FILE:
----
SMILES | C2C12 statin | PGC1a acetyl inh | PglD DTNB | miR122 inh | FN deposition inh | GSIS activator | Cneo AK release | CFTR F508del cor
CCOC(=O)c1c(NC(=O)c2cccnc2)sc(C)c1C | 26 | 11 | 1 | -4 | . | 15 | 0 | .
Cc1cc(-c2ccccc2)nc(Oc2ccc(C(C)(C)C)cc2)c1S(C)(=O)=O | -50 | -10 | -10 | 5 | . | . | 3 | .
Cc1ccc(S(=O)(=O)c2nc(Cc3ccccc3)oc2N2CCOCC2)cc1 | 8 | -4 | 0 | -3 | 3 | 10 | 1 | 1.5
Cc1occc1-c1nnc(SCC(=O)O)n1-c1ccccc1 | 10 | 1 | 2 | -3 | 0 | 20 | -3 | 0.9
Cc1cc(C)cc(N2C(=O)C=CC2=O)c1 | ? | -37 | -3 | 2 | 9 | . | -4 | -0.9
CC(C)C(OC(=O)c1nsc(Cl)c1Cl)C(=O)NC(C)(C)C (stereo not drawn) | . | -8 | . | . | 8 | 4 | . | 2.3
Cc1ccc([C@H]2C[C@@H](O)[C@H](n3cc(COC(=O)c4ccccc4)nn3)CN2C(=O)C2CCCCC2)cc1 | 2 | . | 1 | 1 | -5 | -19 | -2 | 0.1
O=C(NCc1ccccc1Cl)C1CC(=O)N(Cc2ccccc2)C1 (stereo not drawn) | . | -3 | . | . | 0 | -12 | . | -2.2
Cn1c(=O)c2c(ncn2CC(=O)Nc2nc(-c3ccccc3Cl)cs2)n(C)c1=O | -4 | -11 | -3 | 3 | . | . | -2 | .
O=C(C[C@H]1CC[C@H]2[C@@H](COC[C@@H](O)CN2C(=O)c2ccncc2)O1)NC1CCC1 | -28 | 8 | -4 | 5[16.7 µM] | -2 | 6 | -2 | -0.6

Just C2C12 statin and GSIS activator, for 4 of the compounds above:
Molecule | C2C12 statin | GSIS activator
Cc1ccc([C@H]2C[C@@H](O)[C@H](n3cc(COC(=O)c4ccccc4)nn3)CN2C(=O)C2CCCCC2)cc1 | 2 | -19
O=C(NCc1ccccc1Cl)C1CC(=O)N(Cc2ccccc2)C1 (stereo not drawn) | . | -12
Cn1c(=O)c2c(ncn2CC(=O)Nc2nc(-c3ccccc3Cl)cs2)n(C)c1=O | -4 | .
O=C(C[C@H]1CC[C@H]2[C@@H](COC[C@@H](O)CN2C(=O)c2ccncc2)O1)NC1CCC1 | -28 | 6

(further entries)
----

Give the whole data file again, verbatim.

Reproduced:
SMILES | C2C12 statin | PGC1a acetyl inh | PglD DTNB | miR122 inh | FN deposition inh | GSIS activator | Cneo AK release | CFTR F508del cor
CCOC(=O)c1c(NC(=O)c2cccnc2)sc(C)c1C | 26 | 11 | 1 | -4 | . | 15 | 0 | .
Cc1cc(-c2ccccc2)nc(Oc2ccc(C(C)(C)C)cc2)c1S(C)(=O)=O | -50 | -10 | -10 | 5 | . | . | 3 | .
Cc1ccc(S(=O)(=O)c2nc(Cc3ccccc3)oc2N2CCOCC2)cc1 | 8 | -4 | 0 | -3 | 3 | 10 | 1 | 1.5
Cc1occc1-c1nnc(SCC(=O)O)n1-c1ccccc1 | 10 | 1 | 2 | -3 | 0 | 20 | -3 | 0.9
Cc1cc(C)cc(N2C(=O)C=CC2=O)c1 | ? | -37 | -3 | 2 | 9 | . | -4 | -0.9
CC(C)C(OC(=O)c1nsc(Cl)c1Cl)C(=O)NC(C)(C)C (stereo not drawn) | . | -8 | . | . | 8 | 4 | . | 2.3
Cc1ccc([C@H]2C[C@@H](O)[C@H](n3cc(COC(=O)c4ccccc4)nn3)CN2C(=O)C2CCCCC2)cc1 | 2 | . | 1 | 1 | -5 | -19 | -2 | 0.1
O=C(NCc1ccccc1Cl)C1CC(=O)N(Cc2ccccc2)C1 (stereo not drawn) | . | -3 | . | . | 0 | -12 | . | -2.2
Cn1c(=O)c2c(ncn2CC(=O)Nc2nc(-c3ccccc3Cl)cs2)n(C)c1=O | -4 | -11 | -3 | 3 | . | . | -2 | .
O=C(C[C@H]1CC[C@H]2[C@@H](COC[C@@H](O)CN2C(=O)c2ccncc2)O1)NC1CCC1 | -28 | 8 | -4 | 5[16.7 µM] | -2 | 6 | -2 | -0.6

Just C2C12 statin and GSIS activator, for 4 of the compounds above:
Molecule | C2C12 statin | GSIS activator
Cc1ccc([C@H]2C[C@@H](O)[C@H](n3cc(COC(=O)c4ccccc4)nn3)CN2C(=O)C2CCCCC2)cc1 | 2 | -19
O=C(NCc1ccccc1Cl)C1CC(=O)N(Cc2ccccc2)C1 (stereo not drawn) | . | -12
Cn1c(=O)c2c(ncn2CC(=O)Nc2nc(-c3ccccc3Cl)cs2)n(C)c1=O | -4 | .
O=C(C[C@H]1CC[C@H]2[C@@H](COC[C@@H](O)CN2C(=O)c2ccncc2)O1)NC1CCC1 | -28 | 6

(further entries)